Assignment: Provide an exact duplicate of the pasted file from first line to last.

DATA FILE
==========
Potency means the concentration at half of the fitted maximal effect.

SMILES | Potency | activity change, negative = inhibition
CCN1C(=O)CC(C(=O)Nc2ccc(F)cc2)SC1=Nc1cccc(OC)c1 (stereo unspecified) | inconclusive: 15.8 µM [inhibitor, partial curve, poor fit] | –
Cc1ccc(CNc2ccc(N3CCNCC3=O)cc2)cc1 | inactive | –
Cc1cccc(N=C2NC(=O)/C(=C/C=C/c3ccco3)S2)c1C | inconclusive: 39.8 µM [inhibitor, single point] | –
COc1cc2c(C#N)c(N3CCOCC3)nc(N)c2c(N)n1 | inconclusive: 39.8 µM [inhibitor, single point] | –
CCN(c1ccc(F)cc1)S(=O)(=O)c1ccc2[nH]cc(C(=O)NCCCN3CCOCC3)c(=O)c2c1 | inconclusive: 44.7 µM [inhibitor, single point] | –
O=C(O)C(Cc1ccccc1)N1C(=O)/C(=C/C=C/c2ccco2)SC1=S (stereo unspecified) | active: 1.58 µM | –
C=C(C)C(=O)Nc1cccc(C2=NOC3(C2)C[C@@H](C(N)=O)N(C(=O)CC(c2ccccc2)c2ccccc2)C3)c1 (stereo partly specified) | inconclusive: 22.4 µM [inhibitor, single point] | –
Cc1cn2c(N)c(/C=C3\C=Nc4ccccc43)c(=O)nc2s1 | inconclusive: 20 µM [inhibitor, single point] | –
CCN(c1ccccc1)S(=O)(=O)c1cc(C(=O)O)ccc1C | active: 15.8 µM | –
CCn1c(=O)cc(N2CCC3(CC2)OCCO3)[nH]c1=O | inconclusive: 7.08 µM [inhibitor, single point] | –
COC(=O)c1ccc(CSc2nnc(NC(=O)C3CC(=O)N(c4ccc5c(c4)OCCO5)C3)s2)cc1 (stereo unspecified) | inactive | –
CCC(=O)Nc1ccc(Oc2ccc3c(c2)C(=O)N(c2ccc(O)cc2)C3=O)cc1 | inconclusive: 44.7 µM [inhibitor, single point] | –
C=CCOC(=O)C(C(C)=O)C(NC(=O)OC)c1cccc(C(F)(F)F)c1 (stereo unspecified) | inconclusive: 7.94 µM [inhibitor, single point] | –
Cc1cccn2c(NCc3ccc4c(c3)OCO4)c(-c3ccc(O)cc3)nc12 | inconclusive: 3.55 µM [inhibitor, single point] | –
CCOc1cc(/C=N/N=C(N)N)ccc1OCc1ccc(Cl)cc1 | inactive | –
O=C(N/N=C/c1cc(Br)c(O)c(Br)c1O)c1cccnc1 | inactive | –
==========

Potency means the concentration at half of the fitted maximal effect.

SMILES | Potency | activity change, negative = inhibition
CCN1C(=O)CC(C(=O)Nc2ccc(F)cc2)SC1=Nc1cccc(OC)c1 (stereo unspecified) | inconclusive: 15.8 µM [inhibitor, partial curve, poor fit] | –
Cc1ccc(CNc2ccc(N3CCNCC3=O)cc2)cc1 | inactive | –
Cc1cccc(N=C2NC(=O)/C(=C/C=C/c3ccco3)S2)c1C | inconclusive: 39.8 µM [inhibitor, single point] | –
COc1cc2c(C#N)c(N3CCOCC3)nc(N)c2c(N)n1 | inconclusive: 39.8 µM [inhibitor, single point] | –
CCN(c1ccc(F)cc1)S(=O)(=O)c1ccc2[nH]cc(C(=O)NCCCN3CCOCC3)c(=O)c2c1 | inconclusive: 44.7 µM [inhibitor, single point] | –
O=C(O)C(Cc1ccccc1)N1C(=O)/C(=C/C=C/c2ccco2)SC1=S (stereo unspecified) | active: 1.58 µM | –
C=C(C)C(=O)Nc1cccc(C2=NOC3(C2)C[C@@H](C(N)=O)N(C(=O)CC(c2ccccc2)c2ccccc2)C3)c1 (stereo partly specified) | inconclusive: 22.4 µM [inhibitor, single point] | –
Cc1cn2c(N)c(/C=C3\C=Nc4ccccc43)c(=O)nc2s1 | inconclusive: 20 µM [inhibitor, single point] | –
CCN(c1ccccc1)S(=O)(=O)c1cc(C(=O)O)ccc1C | active: 15.8 µM | –
CCn1c(=O)cc(N2CCC3(CC2)OCCO3)[nH]c1=O | inconclusive: 7.08 µM [inhibitor, single point] | –
COC(=O)c1ccc(CSc2nnc(NC(=O)C3CC(=O)N(c4ccc5c(c4)OCCO5)C3)s2)cc1 (stereo unspecified) | inactive | –
CCC(=O)Nc1ccc(Oc2ccc3c(c2)C(=O)N(c2ccc(O)cc2)C3=O)cc1 | inconclusive: 44.7 µM [inhibitor, single point] | –
C=CCOC(=O)C(C(C)=O)C(NC(=O)OC)c1cccc(C(F)(F)F)c1 (stereo unspecified) | inconclusive: 7.94 µM [inhibitor, single point] | –
Cc1cccn2c(NCc3ccc4c(c3)OCO4)c(-c3ccc(O)cc3)nc12 | inconclusive: 3.55 µM [inhibitor, single point] | –
CCOc1cc(/C=N/N=C(N)N)ccc1OCc1ccc(Cl)cc1 | inactive | –
O=C(N/N=C/c1cc(Br)c(O)c(Br)c1O)c1cccnc1 | inactive | –